Last Saturday, the day I’d waited four months for finally arrived: gyms reopened. God that’s a sad sentence to write… but it’s true. Having spent the entirety of lockdown feeling increasingly emotionally unstable and hating home workouts, I was more than ready to get back to the weights section that typically provides me a blissful escape from my brains relentless chatter. And it didn’t disappoint. In fact, it was the most serotonin I think I’ve ever had in my body at one time.
I’d been nervous about returning to the gym, not just for the obvious risks of Covid-19 but because what was once a haven away from my mental illness now had ominous cloud of wariness around it. Would it still feel like my mentally safe space knowing it had been physically unsafe for me to visit for so long? I pondered this while getting ready, ironically less excited about returning having spent months longing for this moment.
That was until I started the walk there, and the familiar feeling of mentally preparing to exercise gave me a warm rush – even this small part of returning to a more normal routine brought me joy.
I wasn’t sure what to expect on arrival. I go to an independent gym based in London that advised members to book their visit five days in advance. Seemingly, there was a capacity limit – would there be a queue outside the door?
I needn’t worry, it turned out, as there were six other people in the entire gym. A one-way system had been put in place, one point of entry and a different point of exit. Entering, hand sanitiser was available as I scanned myself through the barrier – no need for a track and trace form here then.
Only five people were allowed in the changing room at a time but there was no one in there when I arrived. Even so, I started to feel nervous about the social norms of this new situation. There were signs to social distance, but nothing else. ‘Should I wear my mask since we’re indoors?’, I wondered. If you’re a member of a PureGym, you’ve likely been told to – but I hadn’t heard a peep from mine about mask-etiquette.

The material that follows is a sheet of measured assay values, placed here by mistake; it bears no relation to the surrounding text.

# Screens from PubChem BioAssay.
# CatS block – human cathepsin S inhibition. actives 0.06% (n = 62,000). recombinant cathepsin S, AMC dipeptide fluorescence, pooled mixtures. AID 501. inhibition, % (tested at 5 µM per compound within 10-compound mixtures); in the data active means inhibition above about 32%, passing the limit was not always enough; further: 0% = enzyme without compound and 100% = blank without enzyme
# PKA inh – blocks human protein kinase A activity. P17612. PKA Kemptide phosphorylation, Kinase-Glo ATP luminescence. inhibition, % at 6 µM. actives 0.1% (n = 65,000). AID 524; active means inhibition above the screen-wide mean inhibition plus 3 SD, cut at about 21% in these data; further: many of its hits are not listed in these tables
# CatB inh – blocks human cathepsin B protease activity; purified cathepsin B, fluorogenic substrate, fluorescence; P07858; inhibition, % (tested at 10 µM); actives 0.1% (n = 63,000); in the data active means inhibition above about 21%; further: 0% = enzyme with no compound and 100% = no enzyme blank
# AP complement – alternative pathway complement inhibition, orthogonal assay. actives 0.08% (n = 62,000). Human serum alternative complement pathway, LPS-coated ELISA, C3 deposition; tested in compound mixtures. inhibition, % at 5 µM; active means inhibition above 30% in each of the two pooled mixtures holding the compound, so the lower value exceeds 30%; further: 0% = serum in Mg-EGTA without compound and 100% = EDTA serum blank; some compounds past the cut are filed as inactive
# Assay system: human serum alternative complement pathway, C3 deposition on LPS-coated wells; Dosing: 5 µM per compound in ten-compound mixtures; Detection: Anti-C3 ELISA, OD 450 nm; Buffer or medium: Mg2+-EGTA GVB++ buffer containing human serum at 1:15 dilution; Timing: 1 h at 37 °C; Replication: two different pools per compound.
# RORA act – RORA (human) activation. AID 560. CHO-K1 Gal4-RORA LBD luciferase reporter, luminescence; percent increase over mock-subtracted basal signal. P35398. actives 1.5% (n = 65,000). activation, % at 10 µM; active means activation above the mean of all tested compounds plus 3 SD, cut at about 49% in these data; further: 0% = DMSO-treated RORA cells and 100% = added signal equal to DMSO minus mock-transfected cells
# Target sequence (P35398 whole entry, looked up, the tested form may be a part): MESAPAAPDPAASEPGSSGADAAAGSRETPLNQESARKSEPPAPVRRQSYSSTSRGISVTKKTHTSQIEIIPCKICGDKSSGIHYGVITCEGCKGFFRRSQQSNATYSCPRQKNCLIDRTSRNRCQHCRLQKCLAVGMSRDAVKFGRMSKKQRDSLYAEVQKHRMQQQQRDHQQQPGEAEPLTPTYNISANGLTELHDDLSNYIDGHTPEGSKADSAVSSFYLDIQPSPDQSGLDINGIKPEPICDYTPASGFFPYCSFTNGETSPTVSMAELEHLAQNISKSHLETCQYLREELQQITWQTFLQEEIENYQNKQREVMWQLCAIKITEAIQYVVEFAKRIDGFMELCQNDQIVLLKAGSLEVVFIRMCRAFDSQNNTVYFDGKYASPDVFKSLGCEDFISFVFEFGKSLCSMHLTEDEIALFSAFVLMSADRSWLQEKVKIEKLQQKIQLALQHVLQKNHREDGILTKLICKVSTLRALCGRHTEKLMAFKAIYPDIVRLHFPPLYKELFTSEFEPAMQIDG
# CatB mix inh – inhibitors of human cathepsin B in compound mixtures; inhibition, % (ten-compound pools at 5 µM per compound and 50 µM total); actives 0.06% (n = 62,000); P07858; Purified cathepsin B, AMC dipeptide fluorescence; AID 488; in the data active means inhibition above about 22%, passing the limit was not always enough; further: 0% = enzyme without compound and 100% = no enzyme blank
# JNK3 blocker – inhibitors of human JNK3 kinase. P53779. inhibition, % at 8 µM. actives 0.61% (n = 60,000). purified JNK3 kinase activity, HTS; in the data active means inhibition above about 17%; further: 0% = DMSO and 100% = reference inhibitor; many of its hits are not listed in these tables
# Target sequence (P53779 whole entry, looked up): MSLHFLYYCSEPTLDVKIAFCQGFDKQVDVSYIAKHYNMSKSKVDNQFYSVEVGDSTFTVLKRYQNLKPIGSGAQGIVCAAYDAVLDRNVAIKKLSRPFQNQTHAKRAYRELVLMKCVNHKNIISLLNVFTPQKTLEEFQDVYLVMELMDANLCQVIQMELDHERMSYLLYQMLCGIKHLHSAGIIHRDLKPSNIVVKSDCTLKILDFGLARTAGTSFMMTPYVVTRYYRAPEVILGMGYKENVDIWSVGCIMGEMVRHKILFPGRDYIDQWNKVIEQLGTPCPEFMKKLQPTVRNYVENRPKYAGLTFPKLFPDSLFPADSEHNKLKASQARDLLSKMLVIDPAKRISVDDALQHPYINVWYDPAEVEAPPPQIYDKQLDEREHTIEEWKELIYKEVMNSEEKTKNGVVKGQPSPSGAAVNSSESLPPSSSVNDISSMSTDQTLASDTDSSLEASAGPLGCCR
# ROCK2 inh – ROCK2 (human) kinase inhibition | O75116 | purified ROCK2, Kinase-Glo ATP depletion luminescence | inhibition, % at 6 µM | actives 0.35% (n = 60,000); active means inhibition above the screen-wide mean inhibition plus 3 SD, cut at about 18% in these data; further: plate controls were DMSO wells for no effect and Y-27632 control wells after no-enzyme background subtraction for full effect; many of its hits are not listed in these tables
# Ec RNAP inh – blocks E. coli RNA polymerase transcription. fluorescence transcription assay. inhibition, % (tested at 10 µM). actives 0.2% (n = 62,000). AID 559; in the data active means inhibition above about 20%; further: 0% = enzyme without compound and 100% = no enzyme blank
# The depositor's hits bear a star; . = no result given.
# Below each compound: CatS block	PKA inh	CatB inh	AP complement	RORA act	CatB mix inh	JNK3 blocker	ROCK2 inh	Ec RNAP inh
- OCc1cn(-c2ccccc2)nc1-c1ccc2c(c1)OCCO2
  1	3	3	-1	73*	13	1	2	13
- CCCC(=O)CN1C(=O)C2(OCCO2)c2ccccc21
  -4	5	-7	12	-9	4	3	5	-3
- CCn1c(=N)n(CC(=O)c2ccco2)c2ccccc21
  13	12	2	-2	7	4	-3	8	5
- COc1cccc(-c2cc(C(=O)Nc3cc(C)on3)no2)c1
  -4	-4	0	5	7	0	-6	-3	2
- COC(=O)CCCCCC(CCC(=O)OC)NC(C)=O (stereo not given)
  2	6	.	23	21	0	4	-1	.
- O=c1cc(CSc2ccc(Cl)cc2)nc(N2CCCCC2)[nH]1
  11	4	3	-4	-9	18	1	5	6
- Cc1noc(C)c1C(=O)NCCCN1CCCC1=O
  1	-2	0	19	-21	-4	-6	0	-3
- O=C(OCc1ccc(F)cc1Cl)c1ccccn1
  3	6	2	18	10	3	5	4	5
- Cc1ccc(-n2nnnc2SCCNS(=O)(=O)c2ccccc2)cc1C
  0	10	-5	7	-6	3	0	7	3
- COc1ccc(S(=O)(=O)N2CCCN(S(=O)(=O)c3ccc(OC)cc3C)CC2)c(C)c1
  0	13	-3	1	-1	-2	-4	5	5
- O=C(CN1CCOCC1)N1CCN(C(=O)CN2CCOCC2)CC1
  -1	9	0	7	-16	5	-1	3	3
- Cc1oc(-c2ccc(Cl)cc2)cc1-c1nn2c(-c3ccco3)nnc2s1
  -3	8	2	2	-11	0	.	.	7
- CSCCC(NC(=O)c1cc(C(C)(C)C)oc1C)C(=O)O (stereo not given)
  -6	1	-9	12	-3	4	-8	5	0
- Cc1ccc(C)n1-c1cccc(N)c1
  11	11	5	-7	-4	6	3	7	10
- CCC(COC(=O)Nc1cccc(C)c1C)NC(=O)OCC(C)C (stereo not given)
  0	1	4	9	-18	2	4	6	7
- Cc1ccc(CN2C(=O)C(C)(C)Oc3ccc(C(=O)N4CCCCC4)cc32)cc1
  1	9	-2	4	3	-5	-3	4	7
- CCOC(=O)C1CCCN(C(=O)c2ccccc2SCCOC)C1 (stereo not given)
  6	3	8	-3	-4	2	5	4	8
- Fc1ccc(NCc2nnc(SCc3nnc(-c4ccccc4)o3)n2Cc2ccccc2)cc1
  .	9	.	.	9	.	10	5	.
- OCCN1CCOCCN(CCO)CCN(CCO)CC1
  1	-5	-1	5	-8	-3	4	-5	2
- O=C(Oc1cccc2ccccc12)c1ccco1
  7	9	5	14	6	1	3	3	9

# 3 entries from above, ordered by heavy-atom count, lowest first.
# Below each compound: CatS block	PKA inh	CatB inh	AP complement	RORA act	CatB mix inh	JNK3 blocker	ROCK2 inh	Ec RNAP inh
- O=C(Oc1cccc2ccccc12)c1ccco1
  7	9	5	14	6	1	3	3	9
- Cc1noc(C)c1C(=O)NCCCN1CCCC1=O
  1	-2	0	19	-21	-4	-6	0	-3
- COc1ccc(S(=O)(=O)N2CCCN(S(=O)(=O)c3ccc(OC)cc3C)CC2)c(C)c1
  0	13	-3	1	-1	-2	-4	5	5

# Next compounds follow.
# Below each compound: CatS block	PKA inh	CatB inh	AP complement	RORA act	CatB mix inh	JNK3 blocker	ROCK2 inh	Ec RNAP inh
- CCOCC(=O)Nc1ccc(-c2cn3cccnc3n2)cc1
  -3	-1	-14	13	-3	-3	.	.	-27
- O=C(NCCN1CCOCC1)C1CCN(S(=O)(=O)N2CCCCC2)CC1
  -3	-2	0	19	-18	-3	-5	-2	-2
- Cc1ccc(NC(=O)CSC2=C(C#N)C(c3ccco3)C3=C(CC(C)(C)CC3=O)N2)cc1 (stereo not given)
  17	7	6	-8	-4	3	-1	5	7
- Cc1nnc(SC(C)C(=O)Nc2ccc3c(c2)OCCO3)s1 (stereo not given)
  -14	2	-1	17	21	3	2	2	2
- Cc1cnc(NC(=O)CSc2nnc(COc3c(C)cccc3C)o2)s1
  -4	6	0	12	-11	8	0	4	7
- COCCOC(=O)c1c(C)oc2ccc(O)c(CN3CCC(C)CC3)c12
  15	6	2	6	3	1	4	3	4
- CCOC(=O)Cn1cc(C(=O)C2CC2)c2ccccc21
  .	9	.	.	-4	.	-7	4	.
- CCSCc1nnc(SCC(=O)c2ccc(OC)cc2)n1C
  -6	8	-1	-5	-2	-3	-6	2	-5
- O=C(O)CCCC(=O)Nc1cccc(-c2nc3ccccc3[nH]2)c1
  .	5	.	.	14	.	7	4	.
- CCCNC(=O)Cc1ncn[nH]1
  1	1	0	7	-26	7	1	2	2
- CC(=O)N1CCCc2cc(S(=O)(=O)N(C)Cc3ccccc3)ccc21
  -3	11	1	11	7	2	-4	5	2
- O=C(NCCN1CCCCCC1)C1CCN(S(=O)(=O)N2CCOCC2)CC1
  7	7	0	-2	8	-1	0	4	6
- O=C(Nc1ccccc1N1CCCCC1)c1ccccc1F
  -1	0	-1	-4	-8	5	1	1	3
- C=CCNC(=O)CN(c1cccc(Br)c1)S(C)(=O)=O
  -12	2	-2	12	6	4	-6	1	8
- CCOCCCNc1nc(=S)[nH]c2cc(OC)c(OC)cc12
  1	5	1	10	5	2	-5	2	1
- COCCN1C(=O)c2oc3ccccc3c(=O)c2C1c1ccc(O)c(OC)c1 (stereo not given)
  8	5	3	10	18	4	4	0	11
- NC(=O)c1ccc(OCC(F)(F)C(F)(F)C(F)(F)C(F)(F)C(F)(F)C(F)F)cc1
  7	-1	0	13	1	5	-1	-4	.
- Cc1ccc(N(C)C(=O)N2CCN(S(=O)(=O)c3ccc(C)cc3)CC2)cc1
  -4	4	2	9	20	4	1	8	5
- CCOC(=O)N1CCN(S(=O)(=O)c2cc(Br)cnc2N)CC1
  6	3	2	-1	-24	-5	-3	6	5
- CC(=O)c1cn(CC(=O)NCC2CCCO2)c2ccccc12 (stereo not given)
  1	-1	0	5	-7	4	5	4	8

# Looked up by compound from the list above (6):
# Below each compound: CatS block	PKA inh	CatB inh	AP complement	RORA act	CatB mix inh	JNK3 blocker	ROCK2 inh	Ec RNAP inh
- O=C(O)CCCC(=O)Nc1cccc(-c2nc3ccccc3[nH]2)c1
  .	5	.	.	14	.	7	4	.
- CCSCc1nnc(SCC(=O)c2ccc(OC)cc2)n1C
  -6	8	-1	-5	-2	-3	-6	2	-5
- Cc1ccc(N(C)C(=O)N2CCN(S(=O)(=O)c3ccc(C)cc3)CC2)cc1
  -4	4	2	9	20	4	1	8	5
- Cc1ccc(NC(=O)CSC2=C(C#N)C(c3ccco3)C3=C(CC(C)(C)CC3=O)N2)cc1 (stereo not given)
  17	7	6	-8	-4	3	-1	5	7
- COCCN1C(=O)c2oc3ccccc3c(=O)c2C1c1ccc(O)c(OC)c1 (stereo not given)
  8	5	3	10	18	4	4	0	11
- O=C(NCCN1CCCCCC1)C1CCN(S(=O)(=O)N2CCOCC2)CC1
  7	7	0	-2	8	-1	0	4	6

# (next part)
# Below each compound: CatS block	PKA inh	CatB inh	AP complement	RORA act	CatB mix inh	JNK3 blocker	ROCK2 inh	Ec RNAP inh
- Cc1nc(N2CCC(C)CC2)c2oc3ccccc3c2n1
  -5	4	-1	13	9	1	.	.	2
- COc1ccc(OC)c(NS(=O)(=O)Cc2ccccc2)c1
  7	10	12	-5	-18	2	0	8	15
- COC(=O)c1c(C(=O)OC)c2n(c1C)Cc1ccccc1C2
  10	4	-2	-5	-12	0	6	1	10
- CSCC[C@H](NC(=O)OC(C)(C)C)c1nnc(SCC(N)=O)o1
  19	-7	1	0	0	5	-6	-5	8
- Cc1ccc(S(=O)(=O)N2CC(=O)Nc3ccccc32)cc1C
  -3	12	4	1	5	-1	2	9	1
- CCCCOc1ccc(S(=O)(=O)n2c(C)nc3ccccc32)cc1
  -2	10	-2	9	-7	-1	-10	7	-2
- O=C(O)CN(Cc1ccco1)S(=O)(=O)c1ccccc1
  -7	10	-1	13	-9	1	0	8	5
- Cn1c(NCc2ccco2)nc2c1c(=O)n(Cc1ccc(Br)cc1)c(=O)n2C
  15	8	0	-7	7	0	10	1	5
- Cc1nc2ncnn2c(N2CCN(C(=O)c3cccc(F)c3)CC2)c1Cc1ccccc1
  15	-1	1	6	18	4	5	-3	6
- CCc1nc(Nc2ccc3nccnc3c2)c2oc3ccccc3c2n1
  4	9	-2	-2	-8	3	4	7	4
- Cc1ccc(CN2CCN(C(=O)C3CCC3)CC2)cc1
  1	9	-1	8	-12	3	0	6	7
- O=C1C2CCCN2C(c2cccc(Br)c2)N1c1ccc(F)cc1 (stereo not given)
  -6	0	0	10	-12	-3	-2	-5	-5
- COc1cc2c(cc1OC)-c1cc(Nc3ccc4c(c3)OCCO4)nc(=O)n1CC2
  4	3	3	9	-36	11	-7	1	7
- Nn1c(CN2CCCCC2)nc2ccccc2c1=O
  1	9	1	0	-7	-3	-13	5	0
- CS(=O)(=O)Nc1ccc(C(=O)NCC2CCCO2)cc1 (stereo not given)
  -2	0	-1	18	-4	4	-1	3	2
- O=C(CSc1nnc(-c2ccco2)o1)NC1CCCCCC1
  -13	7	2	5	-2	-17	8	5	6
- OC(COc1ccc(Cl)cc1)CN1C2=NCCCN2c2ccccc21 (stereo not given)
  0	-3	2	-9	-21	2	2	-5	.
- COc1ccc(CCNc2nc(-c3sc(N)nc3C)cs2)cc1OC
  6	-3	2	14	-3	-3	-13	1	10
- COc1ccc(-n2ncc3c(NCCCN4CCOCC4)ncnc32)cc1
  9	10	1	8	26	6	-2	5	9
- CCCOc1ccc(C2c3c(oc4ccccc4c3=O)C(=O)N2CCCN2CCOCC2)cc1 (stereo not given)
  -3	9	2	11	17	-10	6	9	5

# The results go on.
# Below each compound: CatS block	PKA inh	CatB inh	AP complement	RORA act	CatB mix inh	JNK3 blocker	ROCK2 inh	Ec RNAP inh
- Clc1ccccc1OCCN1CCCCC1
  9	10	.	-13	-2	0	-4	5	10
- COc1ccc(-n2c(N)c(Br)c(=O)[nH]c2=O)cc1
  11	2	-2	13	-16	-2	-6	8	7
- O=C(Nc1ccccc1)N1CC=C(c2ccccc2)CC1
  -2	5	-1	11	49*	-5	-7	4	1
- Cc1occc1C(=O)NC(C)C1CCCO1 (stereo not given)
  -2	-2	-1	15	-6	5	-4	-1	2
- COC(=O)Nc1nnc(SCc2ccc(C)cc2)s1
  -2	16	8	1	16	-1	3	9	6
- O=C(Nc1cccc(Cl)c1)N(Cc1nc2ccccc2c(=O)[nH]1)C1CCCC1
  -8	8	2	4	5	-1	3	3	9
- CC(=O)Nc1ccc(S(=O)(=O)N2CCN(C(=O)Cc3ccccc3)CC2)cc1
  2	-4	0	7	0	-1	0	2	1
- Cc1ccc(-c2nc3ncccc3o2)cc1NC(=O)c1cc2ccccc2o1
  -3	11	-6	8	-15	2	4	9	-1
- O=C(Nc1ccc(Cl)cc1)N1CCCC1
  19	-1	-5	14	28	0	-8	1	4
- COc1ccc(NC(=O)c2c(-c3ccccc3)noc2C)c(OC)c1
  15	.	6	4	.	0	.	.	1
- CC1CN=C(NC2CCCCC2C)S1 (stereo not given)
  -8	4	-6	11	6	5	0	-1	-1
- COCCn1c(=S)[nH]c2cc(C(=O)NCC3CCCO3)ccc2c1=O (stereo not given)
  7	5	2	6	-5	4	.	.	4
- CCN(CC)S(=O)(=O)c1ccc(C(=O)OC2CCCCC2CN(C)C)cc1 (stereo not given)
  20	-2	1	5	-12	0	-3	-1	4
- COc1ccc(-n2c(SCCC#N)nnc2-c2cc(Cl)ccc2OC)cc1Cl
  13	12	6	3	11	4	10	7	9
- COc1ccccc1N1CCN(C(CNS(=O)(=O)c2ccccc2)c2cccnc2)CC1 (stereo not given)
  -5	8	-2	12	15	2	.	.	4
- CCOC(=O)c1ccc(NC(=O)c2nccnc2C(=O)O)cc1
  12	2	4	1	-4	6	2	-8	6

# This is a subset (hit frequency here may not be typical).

I threw it on and entered the workout floor, only to find no one else wearing one. My gym is entirely indoors, and there were no windows open, but I’d been assured by a member newsletter that there were new air conditioning facilities in place that promote better ventilation and actively kill airborne viruses (Covid-19 is largely transmitted through droplets when people cough or sneeze, but the World Health Organisation is still investigating whether airborne transmission is a possibility in crowded, closed or poorly ventilated settings.)
The first noticeable difference was the enforcement of social distancing measures. My gym had been divided up into sections by yellow tape, each piece of equipment – machines, benches, racks – had one meter of space around it. Even the floor space was separated into sections where you could place your mat in the centre to have a one meter radius around you. Honestly, terrible circumstances aside, that’s a dream come true for women in gyms, right? There is now literally tape forcing gym bro’s and their unsolicited advice to stay the hell away.
‘Do not workout here’ signs were placed along walkways that took you through the gym – the only real loss being the stretch of matt used for sled pushes. There are some logistical errors of course, because not all gyms are going to be laid out perfectly. Once I’d commandeered a bench, for example, I realised I was right in front of the dumbbells section – with people having to walk within one meter of me to collect and dispose of their weights.
But in my case, everyone went to great lengths to avoid me – one man even put his 22kg dumbbells back by leaning over the other side of the rack, which from watching him struggle awkwardly can’t have been a comfortable experience.